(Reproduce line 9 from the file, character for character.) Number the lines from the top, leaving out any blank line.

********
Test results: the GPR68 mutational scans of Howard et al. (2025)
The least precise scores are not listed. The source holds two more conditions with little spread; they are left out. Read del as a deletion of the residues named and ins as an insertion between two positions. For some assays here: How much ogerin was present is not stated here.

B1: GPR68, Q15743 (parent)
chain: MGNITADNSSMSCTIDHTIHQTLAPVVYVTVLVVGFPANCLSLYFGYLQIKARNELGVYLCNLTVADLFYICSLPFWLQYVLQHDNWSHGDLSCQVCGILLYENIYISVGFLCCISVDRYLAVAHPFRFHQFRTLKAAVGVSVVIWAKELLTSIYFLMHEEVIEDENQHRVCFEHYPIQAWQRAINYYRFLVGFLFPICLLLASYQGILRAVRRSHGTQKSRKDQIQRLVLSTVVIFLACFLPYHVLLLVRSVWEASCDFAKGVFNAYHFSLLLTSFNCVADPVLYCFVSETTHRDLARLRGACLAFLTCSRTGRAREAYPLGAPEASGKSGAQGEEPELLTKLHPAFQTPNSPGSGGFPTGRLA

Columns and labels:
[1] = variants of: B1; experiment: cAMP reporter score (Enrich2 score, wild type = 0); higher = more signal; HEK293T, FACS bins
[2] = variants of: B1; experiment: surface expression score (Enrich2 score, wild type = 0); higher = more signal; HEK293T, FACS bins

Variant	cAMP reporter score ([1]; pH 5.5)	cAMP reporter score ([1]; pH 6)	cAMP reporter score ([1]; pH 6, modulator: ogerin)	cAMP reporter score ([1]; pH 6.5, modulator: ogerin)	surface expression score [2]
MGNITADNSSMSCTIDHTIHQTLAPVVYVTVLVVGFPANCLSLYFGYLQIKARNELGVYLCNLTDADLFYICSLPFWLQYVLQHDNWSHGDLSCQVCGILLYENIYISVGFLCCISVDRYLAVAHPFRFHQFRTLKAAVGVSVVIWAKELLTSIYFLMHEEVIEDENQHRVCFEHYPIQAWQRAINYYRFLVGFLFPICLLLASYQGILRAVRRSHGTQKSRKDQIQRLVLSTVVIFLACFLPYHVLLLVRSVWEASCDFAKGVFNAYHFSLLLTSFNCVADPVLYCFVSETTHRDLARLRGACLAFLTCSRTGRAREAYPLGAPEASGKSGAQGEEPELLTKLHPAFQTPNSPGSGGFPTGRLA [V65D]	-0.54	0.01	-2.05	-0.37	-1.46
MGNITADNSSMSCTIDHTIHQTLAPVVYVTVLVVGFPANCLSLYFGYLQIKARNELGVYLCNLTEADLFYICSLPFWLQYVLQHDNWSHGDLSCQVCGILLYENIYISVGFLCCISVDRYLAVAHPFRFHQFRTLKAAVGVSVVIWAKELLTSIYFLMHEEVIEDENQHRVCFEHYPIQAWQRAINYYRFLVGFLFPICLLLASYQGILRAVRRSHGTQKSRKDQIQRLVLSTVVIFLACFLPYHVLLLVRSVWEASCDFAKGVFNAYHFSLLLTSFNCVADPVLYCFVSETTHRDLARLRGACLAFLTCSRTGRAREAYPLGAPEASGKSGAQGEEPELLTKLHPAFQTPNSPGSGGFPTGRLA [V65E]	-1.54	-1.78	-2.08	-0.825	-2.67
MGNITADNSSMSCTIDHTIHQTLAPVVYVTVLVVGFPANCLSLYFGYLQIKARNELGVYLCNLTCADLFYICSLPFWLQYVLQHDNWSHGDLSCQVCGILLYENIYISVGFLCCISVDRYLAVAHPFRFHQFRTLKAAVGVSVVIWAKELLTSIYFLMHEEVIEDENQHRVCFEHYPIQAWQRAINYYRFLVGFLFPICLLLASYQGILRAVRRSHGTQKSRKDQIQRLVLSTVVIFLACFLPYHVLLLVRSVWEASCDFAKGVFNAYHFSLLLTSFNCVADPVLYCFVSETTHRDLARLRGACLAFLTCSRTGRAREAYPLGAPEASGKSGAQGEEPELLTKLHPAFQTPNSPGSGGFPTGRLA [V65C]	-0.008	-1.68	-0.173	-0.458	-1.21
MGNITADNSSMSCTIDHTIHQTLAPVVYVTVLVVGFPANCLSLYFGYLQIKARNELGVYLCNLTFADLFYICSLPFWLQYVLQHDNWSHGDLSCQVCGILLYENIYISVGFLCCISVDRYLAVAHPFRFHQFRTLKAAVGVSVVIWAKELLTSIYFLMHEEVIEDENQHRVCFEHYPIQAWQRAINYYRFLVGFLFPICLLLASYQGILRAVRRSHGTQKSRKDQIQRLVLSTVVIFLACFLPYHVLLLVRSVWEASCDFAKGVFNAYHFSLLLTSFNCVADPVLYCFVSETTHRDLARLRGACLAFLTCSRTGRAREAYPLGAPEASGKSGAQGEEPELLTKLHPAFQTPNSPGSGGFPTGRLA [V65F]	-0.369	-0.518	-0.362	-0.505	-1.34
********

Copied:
MGNITADNSSMSCTIDHTIHQTLAPVVYVTVLVVGFPANCLSLYFGYLQIKARNELGVYLCNLTDADLFYICSLPFWLQYVLQHDNWSHGDLSCQVCGILLYENIYISVGFLCCISVDRYLAVAHPFRFHQFRTLKAAVGVSVVIWAKELLTSIYFLMHEEVIEDENQHRVCFEHYPIQAWQRAINYYRFLVGFLFPICLLLASYQGILRAVRRSHGTQKSRKDQIQRLVLSTVVIFLACFLPYHVLLLVRSVWEASCDFAKGVFNAYHFSLLLTSFNCVADPVLYCFVSETTHRDLARLRGACLAFLTCSRTGRAREAYPLGAPEASGKSGAQGEEPELLTKLHPAFQTPNSPGSGGFPTGRLA [V65D]	-0.54	0.01	-2.05	-0.37	-1.46